Keep up the good work Gary.
I haven't read your whole thread yet....its a long one! lol
Hope you don't mind me putting in my tidbit's here and there. Maybe down the line I will start my own thread,thats all we need is another Journal.
Being a scalper I dont ask much from the market,with each swing trade 10+ contracts 15 tics profit target .
Patience has always been the tough part and the strat thing gives me too much fear!
This is enough to keep me of the streets as flying solo is my Zen moment(s).
Last edited by Sunil P; February 4th, 2012 at 04:04 PM.
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I knew this was going to come up. And be challenged.
Price magnetism - consider a MP chart, or a PH (price histogram), or VSA - it looks like the basic design is to determine where price (by amount of volume, not time) spent hovering around. That zone acts like a magnet (for whatever reason - fundamental, news, current state of economy, whatever)
Observe price as it moves away from that zone, the tails and wicks should tell us whether price is comfortable probing the areas of extremeness (defined as PDH or PDL or PWH or PWH). Extremeness could also be BB or Keltner edges or SD levels as used by VWAP. The concept is same, does price come back aggressively to mean (also VWAP, or POC)?
That tells me something. If price on the other hand, is happy to probe the edges and stay there, that tells me something else altogther. If I can get a feel for that with my tools I start to form my market structure context. This is my term and my way of defining action.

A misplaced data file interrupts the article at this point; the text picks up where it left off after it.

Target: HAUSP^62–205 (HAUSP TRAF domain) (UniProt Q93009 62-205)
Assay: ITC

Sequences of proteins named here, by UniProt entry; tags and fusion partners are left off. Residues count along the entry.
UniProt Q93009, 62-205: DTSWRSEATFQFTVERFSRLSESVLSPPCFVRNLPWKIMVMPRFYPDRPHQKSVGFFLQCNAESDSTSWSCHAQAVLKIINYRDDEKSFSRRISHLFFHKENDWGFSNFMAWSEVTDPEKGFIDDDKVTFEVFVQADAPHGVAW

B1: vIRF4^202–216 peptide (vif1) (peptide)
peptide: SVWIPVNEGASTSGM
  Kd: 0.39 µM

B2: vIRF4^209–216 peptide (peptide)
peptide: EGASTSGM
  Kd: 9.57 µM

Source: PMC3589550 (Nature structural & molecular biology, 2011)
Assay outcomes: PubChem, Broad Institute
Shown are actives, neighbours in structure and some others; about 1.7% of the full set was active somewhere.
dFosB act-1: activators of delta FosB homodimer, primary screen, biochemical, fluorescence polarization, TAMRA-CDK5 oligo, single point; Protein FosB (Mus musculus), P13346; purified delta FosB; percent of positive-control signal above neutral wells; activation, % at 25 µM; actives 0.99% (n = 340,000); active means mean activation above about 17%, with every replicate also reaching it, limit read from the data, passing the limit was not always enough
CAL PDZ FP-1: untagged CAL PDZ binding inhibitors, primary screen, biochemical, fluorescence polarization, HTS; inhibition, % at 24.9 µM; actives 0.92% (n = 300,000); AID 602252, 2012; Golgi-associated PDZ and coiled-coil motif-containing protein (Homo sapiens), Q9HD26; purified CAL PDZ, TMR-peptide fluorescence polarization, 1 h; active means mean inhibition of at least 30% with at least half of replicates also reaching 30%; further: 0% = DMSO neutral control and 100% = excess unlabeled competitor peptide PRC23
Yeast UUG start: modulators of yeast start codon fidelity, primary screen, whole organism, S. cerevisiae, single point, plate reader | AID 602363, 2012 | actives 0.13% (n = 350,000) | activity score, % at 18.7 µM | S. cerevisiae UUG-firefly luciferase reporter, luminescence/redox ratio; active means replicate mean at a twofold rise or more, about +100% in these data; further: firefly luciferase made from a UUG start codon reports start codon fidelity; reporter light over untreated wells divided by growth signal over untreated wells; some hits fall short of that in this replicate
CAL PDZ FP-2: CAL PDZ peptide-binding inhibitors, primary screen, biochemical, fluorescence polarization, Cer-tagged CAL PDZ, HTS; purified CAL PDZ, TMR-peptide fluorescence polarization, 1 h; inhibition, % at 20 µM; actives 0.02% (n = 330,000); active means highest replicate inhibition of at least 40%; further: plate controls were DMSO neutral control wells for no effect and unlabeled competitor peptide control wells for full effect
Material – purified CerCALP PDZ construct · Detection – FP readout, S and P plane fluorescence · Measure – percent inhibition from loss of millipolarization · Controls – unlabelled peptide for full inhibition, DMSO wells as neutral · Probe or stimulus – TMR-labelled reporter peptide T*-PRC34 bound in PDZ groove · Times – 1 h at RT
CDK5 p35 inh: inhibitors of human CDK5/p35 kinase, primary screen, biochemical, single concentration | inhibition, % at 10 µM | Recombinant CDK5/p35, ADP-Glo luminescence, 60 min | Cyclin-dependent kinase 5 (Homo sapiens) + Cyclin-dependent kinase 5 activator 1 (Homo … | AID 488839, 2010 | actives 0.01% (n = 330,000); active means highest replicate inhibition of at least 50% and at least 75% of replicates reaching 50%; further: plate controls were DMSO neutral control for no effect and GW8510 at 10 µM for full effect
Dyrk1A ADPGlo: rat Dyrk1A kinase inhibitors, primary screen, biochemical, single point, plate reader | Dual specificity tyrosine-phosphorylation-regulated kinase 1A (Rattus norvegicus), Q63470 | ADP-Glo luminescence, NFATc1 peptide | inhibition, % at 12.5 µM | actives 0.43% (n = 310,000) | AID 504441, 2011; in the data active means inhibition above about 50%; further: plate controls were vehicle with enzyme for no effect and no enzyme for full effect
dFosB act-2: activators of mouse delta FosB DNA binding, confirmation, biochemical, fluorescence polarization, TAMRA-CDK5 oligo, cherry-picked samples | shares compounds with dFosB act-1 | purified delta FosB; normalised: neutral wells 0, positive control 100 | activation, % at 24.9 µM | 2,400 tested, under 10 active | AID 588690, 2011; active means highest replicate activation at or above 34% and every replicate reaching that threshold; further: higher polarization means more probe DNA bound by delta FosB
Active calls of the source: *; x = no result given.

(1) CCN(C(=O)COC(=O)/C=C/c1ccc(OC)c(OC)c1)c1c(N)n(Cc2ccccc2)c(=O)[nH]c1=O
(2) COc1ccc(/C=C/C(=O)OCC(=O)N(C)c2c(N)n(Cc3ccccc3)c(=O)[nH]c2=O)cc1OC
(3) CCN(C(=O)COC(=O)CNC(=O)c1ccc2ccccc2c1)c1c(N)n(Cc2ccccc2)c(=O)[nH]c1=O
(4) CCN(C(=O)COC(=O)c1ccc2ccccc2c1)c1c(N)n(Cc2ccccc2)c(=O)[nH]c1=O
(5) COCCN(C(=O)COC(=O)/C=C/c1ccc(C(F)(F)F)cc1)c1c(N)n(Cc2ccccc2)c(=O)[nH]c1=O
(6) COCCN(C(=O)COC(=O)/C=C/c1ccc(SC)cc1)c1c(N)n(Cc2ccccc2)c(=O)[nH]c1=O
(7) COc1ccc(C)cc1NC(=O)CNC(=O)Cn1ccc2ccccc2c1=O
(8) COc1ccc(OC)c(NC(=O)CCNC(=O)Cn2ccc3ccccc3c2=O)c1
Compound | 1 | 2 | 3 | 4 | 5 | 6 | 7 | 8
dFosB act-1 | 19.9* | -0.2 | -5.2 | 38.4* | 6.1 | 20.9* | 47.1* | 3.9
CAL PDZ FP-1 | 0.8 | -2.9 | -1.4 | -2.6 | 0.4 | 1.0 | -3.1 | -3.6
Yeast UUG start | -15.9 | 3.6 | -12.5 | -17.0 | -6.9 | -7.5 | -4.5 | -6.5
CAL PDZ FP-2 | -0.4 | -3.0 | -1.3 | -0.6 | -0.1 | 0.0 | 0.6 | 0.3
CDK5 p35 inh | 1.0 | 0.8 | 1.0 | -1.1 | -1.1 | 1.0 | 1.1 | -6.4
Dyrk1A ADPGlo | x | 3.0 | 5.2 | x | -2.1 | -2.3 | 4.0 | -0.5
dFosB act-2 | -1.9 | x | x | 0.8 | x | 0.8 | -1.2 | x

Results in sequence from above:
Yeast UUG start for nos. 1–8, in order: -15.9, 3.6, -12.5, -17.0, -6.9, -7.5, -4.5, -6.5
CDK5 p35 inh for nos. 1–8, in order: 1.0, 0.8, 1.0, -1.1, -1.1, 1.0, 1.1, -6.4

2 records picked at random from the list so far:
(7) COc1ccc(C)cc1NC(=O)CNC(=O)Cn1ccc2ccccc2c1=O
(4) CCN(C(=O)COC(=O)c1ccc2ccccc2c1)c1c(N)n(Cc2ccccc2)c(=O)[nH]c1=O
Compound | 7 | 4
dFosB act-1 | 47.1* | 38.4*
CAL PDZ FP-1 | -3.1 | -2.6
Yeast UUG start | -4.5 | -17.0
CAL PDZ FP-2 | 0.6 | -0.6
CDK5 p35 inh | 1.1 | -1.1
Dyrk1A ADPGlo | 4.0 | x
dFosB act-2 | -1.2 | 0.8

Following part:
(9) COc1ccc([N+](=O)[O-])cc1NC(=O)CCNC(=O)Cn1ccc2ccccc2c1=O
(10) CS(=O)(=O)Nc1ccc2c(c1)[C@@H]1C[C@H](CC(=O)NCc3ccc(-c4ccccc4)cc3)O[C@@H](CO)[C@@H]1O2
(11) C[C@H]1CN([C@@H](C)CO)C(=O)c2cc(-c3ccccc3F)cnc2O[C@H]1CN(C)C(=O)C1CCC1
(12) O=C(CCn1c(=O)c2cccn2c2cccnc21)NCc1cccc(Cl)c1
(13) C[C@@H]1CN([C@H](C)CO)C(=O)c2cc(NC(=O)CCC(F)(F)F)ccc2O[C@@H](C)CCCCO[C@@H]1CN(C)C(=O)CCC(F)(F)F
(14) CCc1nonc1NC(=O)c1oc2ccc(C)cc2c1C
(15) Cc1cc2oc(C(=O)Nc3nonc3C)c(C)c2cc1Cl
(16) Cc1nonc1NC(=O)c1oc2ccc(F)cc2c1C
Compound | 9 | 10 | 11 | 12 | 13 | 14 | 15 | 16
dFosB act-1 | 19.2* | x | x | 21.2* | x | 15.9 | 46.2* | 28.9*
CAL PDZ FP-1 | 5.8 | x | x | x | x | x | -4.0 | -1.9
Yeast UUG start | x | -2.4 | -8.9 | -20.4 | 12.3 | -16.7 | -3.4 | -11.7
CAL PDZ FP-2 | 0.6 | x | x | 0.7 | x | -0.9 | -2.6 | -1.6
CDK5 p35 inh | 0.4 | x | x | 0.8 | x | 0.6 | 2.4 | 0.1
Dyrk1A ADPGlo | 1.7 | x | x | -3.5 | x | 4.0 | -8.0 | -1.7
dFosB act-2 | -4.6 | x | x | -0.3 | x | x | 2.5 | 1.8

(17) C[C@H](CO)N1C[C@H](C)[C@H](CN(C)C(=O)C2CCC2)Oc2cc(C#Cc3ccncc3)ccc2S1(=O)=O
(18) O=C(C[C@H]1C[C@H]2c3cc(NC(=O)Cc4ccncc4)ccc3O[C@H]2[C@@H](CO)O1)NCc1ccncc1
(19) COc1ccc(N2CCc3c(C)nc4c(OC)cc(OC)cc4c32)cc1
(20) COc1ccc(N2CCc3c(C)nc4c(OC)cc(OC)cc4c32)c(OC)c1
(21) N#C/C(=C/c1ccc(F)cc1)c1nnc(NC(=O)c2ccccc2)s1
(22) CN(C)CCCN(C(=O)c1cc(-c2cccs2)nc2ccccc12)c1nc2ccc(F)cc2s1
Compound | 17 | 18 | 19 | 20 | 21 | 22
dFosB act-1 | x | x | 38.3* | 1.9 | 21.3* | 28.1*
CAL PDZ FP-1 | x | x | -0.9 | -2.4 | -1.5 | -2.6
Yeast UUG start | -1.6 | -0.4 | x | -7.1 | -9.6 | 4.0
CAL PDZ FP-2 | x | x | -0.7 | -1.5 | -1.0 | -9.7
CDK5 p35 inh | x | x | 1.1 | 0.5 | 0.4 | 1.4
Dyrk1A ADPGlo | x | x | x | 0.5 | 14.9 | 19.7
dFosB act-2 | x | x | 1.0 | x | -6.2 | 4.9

Inter market - John Murphy and other experienced market students have popularised this concept that everyting in the market is connected. DX affects CL affects ES affects GLD and vice versa. Then again DX is affected by JPY or EU or 6A. The same old concept of chaos theory... butterfly flapping its wings etc etc. Obviously, I do not deny this connectivity, that would be foolish.
However, consider this, if the JCB intervenes in the FX market, buys DX versus JPY in effort to bring the JPY down, the DX will go up. By corollary the CL "should" go down. At the same time, if some nonsense about Iran is going on, CL "should" go up.
Which inter market behaviour are you going to base your buying ans selling? How? And why? Which factor rules over the other. How do the bigger players "perceive" this interaction? Can one reliably and accurately quantify this factor and co - mingling of IMA?